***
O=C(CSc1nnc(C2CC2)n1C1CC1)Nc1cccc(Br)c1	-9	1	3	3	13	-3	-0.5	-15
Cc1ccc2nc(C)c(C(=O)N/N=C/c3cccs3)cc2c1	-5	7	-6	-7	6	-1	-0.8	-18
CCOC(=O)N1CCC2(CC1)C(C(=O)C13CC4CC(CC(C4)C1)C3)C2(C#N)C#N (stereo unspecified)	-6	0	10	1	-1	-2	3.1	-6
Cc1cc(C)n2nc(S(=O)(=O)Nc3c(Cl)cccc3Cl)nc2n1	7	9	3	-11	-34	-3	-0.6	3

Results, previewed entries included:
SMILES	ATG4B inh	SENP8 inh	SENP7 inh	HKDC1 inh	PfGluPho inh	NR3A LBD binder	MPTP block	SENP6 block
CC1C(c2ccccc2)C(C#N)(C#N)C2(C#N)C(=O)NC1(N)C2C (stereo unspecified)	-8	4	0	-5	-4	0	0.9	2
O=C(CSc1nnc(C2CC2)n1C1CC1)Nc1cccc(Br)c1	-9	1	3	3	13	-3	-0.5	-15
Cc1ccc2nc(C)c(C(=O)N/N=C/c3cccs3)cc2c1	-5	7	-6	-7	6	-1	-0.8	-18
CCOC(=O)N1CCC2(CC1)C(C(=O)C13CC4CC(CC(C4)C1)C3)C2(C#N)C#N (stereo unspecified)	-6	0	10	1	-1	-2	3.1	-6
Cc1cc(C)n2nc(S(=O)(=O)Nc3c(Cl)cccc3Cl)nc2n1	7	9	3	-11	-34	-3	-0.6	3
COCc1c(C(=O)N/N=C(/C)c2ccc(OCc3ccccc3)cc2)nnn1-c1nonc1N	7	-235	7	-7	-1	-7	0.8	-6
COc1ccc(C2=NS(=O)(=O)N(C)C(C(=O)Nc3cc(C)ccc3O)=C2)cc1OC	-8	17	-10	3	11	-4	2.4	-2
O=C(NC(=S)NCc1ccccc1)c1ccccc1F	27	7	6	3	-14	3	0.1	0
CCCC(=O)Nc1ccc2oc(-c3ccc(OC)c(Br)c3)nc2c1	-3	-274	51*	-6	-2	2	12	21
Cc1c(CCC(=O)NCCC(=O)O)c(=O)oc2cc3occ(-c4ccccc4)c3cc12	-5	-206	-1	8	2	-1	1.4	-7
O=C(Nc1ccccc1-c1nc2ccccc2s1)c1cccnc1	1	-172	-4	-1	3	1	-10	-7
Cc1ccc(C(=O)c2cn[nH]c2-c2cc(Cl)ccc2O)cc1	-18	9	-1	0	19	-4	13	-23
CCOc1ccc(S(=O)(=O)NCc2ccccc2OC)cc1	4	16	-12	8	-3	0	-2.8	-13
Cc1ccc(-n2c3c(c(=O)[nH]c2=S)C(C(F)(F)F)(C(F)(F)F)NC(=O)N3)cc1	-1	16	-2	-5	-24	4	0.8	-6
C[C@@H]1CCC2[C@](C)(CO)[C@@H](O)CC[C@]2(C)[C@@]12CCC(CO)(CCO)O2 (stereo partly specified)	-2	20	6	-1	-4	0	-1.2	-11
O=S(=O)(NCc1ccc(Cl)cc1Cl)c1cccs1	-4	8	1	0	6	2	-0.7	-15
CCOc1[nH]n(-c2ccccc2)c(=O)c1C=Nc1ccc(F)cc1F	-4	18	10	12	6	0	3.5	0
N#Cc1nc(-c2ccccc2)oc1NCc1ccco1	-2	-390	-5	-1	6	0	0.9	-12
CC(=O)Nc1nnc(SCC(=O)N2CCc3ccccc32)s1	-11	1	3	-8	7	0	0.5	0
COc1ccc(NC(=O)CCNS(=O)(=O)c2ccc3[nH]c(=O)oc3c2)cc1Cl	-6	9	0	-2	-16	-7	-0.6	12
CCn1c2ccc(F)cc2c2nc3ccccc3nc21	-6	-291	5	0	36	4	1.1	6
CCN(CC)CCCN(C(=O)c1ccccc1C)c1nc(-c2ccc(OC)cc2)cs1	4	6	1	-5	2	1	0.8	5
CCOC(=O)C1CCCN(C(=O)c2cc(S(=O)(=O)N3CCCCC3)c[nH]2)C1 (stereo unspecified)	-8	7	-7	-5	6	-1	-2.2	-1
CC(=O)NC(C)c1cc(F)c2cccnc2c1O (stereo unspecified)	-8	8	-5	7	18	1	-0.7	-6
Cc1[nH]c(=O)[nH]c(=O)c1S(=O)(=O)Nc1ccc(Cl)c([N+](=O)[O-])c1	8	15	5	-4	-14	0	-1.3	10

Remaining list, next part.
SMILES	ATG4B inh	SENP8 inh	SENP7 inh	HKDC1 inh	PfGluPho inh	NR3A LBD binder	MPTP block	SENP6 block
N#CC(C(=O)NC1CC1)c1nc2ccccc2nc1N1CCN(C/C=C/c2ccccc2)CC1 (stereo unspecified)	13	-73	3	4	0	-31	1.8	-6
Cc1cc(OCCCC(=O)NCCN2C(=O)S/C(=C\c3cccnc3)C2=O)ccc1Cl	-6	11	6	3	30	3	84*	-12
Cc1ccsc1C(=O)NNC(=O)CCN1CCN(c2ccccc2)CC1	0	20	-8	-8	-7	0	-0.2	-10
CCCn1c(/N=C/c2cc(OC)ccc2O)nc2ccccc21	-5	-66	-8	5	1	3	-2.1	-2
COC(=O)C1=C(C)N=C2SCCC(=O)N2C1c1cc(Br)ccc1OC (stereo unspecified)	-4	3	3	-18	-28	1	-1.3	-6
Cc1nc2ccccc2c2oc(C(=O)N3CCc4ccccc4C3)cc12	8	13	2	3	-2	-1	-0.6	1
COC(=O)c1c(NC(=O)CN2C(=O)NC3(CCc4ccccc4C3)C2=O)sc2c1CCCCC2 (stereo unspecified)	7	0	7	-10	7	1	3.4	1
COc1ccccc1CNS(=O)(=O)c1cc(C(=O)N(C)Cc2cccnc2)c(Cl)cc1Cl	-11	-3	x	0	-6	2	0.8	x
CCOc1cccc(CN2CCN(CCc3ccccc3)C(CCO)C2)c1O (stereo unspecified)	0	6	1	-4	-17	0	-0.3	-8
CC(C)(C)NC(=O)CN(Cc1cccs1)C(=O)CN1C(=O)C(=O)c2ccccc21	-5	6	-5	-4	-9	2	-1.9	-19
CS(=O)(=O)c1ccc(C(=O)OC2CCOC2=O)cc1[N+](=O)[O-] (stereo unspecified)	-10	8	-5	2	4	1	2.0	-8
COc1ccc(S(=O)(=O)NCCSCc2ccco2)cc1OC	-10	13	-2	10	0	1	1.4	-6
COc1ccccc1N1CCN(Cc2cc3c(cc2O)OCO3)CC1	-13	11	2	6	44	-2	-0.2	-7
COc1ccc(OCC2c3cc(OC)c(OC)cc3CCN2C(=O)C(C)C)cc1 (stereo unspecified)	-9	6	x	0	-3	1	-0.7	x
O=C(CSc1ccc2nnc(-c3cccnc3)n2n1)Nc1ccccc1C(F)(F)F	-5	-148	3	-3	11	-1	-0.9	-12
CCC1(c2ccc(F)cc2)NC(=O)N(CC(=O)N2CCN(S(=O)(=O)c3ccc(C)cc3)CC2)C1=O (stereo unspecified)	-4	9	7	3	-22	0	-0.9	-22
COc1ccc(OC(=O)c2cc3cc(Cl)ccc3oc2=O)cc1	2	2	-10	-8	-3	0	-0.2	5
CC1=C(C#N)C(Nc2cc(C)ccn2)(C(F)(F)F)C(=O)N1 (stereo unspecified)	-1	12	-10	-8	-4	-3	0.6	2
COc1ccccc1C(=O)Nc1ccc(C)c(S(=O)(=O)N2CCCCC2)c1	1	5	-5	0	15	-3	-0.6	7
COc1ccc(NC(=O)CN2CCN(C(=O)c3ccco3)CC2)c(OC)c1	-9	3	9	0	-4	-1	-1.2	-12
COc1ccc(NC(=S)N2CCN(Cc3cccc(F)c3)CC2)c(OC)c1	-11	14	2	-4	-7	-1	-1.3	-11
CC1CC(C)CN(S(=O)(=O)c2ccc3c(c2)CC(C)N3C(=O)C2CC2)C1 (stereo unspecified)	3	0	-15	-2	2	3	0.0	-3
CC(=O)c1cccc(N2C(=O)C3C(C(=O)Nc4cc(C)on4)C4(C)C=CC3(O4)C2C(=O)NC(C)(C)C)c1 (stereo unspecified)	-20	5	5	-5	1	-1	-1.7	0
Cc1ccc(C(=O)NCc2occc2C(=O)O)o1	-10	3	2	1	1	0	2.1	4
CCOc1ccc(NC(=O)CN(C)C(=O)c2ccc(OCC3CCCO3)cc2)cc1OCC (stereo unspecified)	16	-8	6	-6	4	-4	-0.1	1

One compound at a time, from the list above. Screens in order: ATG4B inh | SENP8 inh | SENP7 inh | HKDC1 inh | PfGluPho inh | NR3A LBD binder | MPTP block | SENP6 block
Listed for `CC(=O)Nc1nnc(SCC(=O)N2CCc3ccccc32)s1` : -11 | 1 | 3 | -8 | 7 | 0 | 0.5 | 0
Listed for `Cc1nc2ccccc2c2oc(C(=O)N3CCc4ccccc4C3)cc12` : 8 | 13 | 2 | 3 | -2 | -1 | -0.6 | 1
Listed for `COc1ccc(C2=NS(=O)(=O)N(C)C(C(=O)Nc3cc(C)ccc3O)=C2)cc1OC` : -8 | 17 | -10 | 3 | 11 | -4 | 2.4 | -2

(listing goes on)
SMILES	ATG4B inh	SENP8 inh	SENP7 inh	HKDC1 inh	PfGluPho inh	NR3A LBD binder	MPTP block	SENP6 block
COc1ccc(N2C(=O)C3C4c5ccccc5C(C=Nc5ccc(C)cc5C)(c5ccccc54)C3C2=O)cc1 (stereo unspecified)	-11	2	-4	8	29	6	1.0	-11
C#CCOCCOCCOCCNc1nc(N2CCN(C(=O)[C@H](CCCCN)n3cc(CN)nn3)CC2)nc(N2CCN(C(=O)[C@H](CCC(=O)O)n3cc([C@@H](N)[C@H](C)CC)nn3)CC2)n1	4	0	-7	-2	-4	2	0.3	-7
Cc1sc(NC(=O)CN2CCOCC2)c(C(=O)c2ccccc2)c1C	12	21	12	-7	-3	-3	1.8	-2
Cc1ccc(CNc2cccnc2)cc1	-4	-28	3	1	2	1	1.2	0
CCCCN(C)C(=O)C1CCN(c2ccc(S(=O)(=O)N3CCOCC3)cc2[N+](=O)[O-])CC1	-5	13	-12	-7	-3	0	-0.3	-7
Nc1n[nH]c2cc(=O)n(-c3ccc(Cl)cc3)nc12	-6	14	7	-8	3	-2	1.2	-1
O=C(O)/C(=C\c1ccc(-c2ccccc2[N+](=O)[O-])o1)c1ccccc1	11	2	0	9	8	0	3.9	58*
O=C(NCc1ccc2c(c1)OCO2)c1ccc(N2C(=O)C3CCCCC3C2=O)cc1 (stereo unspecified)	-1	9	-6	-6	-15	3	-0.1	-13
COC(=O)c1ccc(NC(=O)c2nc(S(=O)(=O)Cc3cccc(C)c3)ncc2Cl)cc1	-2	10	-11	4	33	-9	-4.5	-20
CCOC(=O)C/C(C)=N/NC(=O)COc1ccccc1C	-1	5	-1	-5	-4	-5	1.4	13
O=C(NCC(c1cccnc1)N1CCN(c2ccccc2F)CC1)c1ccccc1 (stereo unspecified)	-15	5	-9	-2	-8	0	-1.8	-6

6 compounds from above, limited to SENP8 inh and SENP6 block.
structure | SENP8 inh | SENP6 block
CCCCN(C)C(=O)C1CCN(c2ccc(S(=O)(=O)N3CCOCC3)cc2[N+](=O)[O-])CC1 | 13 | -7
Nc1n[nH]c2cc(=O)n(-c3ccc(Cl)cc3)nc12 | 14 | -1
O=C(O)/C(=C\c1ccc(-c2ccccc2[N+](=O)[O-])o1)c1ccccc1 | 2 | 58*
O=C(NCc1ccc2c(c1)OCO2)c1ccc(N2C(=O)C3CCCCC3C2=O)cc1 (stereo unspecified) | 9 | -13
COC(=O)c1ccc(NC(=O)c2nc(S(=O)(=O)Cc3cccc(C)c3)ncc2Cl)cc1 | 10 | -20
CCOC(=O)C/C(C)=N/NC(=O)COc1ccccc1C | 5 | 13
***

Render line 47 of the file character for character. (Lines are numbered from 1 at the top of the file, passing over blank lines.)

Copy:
COc1ccc(OCC2c3cc(OC)c(OC)cc3CCN2C(=O)C(C)C)cc1 (stereo unspecified)	-9	6	x	0	-3	1	-0.7	x